Bonus bonanza for UK’s top bankers

By Robert Stevens
12 January 2011

The five biggest UK banks are set to pay out massive bonuses for 2010. Chief executives at HSBC, Barclays, Royal Bank of Scotland (RBS), Lloyds and Standard Chartered will receive millions in bonuses, as working people endure unprecedented cuts in pay, working conditions and social services imposed by the Conservative/Liberal Democrat government.

According to the Centre for Economics & Business Research, around £7 billion will be paid out by the banking industry to senior directors and executives this year.

The move by the banks came as a report predicted that the big five will reach profit levels of £51.7 billion in 2011. This equates to a profit of £200 million for each working day for each of the five banks.

Commenting on the decision to pay out the bonuses, the Financial Times wrote that “they will press ahead with bonus pay-outs despite the danger of a renewed public backlash.”

Two of the five banks, RBS and Lloyds, had to be taken under state ownership to avert collapse resulting from the rampant speculation leading up to the global financial crisis in the autumn of 2008. RBS is 83 percent owned by the state and has already received at least £45 billion of taxpayers’ money to shore it up. A further £280 billion of its high-risk loans have been covered by the state. Another £8 billion of taxpayers’ money has been set aside to cover future losses.

Lloyds received £20 billion from the public purse when it was taken into public ownership.

All told, more than £1 trillion of public money, directly and indirectly, was handed over to the banks by the then Labour government in order to bail them out. These same banks are now rewarding their top executives grotesque amounts of money. The two banks in state hands alone are set to pay out more than £1 billion in bonuses to its senior staff this spring. Stephen Hester, the chief executive of RBS, is to be paid up to a £2.5 million bonus as part of a £6.8 million package for 2010.

Stuart Gulliver, the CEO at HSBC, received a £9 million bonus for 2009 and according to a close source expected to receive a “decent” pay-out for 2010.

In the run-up to the annual bank bonus “season”, figures within the government were forced to respond to growing public anger over the vast sums the banks were accruing in profits with populist statements. Deputy Prime Minister and Liberal Democrat leader Nick Clegg said of the banks, “They don’t operate in a social vacuum…. The banks should not be under any illusion, this government cannot stand idly by. It is wholly untenable to have millions of people making sacrifices in their living standards, only to see the banks getting away scot-free.”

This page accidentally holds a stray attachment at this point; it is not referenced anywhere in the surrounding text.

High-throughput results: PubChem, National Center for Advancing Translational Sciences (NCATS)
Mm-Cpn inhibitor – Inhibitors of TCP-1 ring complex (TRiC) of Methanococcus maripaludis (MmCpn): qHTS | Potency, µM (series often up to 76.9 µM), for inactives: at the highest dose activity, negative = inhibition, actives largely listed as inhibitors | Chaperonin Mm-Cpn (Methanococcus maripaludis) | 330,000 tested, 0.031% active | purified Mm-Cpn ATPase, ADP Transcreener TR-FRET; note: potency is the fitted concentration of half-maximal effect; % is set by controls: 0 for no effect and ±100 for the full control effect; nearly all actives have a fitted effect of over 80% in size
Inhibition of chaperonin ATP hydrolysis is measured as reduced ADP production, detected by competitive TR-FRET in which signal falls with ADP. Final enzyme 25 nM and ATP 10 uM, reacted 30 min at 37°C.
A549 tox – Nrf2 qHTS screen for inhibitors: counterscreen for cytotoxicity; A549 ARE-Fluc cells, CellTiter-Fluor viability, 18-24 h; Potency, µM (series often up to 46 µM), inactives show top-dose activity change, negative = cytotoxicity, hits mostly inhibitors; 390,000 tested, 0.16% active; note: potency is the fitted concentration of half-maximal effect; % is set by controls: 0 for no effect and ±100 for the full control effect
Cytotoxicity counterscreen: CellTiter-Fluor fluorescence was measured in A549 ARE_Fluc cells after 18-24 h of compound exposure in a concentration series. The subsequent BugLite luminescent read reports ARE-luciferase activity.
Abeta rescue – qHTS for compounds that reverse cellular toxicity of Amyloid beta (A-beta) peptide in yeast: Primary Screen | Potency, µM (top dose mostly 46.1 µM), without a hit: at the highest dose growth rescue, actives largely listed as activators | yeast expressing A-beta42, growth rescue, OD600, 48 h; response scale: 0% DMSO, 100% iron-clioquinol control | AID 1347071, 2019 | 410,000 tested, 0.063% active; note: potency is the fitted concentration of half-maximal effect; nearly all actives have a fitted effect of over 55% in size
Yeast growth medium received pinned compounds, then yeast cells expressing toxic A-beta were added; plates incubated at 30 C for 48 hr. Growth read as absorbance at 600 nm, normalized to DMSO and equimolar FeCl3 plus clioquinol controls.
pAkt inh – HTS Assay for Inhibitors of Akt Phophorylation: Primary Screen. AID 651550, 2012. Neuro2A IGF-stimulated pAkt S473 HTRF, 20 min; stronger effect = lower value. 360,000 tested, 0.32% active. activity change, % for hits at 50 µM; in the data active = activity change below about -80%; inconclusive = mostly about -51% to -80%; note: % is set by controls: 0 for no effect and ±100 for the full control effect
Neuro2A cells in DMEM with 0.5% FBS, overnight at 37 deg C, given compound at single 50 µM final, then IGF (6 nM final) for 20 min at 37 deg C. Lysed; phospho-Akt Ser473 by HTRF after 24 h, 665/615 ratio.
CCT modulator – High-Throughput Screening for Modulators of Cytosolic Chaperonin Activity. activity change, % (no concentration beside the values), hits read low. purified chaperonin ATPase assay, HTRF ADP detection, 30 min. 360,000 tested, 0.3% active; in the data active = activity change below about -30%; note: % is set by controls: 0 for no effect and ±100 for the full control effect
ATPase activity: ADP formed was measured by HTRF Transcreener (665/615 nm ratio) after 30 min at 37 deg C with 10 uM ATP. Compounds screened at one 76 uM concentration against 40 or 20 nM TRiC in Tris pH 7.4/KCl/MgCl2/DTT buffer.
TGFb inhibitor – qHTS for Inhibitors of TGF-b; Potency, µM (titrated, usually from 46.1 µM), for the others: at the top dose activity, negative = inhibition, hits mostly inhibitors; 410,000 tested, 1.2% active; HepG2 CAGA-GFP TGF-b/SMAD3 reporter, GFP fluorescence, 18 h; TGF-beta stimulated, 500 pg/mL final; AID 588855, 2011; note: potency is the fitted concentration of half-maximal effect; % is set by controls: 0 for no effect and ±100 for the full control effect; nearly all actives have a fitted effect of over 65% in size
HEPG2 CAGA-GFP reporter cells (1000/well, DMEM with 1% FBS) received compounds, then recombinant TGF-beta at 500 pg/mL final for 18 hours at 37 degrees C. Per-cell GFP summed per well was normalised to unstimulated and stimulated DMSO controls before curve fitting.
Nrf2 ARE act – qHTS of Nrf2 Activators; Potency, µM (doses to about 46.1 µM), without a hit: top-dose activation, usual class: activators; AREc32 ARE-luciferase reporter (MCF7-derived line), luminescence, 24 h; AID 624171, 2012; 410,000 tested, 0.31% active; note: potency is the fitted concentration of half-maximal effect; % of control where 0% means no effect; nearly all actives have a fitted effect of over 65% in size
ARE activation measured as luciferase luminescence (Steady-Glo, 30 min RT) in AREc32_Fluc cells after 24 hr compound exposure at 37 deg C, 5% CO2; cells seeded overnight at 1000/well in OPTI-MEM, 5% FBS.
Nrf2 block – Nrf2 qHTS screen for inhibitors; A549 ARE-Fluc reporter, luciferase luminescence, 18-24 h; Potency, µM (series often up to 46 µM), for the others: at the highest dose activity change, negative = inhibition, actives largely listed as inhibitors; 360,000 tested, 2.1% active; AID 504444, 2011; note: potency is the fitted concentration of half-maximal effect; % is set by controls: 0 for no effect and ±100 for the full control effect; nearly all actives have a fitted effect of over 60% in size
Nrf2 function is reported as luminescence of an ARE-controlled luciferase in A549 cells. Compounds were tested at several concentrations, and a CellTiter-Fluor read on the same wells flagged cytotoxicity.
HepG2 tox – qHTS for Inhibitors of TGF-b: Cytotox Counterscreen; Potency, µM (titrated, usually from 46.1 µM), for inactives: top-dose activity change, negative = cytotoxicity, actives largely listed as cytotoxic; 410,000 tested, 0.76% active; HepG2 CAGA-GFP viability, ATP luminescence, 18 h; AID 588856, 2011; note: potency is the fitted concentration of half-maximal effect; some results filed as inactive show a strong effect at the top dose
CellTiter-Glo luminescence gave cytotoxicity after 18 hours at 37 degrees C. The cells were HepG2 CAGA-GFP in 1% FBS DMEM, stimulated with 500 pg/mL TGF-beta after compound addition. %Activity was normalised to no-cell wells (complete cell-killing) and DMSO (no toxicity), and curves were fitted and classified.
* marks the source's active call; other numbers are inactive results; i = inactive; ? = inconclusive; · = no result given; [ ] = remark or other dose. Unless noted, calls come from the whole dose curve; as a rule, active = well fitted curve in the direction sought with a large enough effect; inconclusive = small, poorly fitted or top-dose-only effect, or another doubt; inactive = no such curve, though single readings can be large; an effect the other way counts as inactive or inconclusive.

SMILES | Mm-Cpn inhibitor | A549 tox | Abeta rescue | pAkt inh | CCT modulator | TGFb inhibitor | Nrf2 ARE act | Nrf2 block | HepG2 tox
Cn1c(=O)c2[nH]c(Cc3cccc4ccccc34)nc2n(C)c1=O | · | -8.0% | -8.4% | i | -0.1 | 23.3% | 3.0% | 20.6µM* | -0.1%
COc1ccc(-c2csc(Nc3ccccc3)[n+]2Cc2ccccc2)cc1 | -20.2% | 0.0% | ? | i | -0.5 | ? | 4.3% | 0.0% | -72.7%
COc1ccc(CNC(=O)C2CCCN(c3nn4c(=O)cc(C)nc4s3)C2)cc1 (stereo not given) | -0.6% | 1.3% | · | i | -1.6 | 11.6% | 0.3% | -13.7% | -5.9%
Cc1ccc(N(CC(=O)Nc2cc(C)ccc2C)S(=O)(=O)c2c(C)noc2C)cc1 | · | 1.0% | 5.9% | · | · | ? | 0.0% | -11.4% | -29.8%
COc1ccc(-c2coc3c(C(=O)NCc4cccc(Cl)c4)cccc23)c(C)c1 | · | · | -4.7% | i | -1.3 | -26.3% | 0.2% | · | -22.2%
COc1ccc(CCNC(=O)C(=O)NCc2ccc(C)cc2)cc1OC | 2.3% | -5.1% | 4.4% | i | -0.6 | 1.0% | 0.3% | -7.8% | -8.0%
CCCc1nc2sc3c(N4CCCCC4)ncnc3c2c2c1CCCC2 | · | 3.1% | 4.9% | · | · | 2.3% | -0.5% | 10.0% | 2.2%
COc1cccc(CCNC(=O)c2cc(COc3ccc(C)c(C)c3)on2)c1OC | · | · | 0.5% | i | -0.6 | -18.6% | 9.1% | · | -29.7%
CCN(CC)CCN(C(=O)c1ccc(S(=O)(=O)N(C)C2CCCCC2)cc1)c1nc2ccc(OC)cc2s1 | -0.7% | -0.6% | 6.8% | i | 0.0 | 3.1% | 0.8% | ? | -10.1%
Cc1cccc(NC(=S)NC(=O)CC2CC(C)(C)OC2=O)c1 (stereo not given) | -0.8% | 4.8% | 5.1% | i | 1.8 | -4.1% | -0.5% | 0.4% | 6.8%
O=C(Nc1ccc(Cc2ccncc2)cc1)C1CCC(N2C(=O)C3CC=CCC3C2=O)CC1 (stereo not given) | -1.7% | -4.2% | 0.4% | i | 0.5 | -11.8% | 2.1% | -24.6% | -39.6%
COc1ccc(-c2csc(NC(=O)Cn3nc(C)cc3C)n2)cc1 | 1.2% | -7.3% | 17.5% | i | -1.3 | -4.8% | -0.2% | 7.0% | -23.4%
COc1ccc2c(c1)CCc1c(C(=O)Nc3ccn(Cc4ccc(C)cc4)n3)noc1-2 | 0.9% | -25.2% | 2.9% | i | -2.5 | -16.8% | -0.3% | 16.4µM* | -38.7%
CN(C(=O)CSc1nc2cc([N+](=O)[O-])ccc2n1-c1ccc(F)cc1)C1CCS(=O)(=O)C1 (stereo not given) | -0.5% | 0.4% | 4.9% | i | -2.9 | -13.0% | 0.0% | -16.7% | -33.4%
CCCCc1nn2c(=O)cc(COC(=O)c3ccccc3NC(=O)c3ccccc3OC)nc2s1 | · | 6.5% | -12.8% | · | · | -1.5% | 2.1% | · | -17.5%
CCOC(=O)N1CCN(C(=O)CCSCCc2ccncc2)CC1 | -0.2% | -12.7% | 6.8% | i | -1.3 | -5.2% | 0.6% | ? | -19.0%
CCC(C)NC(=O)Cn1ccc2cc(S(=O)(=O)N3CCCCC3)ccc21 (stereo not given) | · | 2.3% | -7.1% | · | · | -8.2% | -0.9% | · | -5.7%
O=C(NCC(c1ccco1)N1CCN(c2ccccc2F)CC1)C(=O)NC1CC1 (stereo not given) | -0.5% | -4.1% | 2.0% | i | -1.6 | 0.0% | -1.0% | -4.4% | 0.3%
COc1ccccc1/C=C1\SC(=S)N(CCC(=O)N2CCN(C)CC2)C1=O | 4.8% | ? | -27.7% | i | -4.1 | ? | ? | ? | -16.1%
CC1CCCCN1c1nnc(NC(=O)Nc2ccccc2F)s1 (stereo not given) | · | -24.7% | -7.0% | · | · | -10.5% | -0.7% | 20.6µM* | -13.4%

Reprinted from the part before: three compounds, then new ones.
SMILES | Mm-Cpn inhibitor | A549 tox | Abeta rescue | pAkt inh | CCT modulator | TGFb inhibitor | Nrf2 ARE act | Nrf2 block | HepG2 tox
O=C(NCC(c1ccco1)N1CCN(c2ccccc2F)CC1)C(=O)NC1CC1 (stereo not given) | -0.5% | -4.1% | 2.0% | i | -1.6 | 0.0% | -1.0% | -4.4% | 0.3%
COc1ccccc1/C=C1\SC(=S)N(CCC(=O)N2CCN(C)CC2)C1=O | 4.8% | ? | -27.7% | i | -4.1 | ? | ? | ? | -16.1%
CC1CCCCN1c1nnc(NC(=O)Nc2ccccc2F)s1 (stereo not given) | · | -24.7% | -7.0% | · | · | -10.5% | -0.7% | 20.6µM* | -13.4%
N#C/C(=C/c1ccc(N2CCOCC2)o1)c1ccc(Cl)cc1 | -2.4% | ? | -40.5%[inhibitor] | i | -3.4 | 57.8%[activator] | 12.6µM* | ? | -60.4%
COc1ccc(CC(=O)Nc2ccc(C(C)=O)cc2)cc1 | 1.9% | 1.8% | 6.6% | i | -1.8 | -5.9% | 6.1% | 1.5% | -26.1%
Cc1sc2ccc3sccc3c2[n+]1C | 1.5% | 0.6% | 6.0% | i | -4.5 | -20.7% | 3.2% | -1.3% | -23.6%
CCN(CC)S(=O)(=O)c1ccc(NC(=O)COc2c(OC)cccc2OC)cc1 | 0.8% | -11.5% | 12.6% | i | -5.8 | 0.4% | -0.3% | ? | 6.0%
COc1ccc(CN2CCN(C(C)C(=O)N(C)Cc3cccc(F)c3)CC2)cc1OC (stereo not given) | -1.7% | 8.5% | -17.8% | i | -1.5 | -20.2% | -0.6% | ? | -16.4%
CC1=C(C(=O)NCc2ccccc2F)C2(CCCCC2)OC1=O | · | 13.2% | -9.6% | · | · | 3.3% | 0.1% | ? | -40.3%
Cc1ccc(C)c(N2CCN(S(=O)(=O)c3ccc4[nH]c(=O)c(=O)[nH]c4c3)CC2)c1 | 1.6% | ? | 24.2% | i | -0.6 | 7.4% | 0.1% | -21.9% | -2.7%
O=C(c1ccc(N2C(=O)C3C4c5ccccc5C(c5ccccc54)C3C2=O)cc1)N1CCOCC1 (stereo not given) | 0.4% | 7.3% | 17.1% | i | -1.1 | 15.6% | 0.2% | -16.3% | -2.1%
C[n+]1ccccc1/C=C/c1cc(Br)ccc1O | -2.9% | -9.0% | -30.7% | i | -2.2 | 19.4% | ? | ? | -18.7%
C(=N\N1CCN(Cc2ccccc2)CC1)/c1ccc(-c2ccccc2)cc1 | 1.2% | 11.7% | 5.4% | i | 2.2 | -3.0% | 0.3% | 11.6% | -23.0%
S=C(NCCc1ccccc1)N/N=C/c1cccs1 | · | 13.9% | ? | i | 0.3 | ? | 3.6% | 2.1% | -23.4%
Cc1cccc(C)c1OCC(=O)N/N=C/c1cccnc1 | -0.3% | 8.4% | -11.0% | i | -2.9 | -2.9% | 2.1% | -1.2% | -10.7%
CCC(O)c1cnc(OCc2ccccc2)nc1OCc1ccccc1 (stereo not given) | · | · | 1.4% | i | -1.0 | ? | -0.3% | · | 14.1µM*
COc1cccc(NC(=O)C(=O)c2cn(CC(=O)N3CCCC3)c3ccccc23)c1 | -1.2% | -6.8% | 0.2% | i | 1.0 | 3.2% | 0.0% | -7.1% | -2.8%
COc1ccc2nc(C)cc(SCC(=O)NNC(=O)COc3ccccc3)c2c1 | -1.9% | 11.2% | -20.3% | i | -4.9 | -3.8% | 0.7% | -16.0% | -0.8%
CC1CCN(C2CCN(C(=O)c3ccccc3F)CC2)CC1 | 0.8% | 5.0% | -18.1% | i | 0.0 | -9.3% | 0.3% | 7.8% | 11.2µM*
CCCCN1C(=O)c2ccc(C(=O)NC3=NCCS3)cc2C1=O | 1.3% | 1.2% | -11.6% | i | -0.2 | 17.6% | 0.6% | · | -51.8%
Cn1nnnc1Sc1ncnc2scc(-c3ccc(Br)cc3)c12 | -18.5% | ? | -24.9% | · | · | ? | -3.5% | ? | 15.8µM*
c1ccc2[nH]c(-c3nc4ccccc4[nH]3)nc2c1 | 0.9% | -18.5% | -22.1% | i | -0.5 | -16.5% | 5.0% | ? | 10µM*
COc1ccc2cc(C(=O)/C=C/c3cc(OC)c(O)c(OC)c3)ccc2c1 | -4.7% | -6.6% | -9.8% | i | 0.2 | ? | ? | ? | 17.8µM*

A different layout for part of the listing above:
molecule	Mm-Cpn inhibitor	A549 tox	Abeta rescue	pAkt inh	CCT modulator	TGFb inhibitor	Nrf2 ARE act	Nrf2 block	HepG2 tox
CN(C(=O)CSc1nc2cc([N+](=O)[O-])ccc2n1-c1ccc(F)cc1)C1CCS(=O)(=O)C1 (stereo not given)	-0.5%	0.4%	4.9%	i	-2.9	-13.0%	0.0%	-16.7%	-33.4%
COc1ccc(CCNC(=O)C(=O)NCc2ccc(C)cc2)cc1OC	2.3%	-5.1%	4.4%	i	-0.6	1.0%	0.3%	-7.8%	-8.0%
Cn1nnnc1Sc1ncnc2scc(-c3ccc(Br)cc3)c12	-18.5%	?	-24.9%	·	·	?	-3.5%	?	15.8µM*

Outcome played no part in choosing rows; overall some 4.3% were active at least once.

Last October, Vince Cable, the business secretary, referred to bankers as “gamblers” and “spivs”.

Despite the crocodile tears of politicians of all stripes, there has been no serious attempt to regulate any of the banks’ activities, let alone to restrict the payments of massive bonuses to senior executives. Last year the UK Financial Investments (UKFI), which was charged with overseeing the state investment in the banking system, gave its approval to the £1.3 billion bonus pool at RBS. One survey last year found that 2,800 bankers received £1 million or more in the form of a bonus.

Following the formation of the coalition government last May, the banking industry has been in close contact with senior government figures. At the behest of then Barclays CEO John Varley, “Project Merlin” was formed with the aim of coming to a settlement regarding any further regulation of the banking industry. The government had previously called for bankers to commit to a certain level of lending to businesses to be put into place as part of any agreement.

At the Conservative Party conference last year, Chancellor George Osborne said, “We will not allow money to flow unimpeded out of those banks into huge bonuses, if that means money is not flowing out in credit to the small businesses who did nothing to cause this crash and suffered most in it.”

According to the Daily Telegraph, at “a pre-Christmas meeting, senior bankers made an offer of £200 billion of business lending but that number is thought to have been seen as too low by certain government ministers.”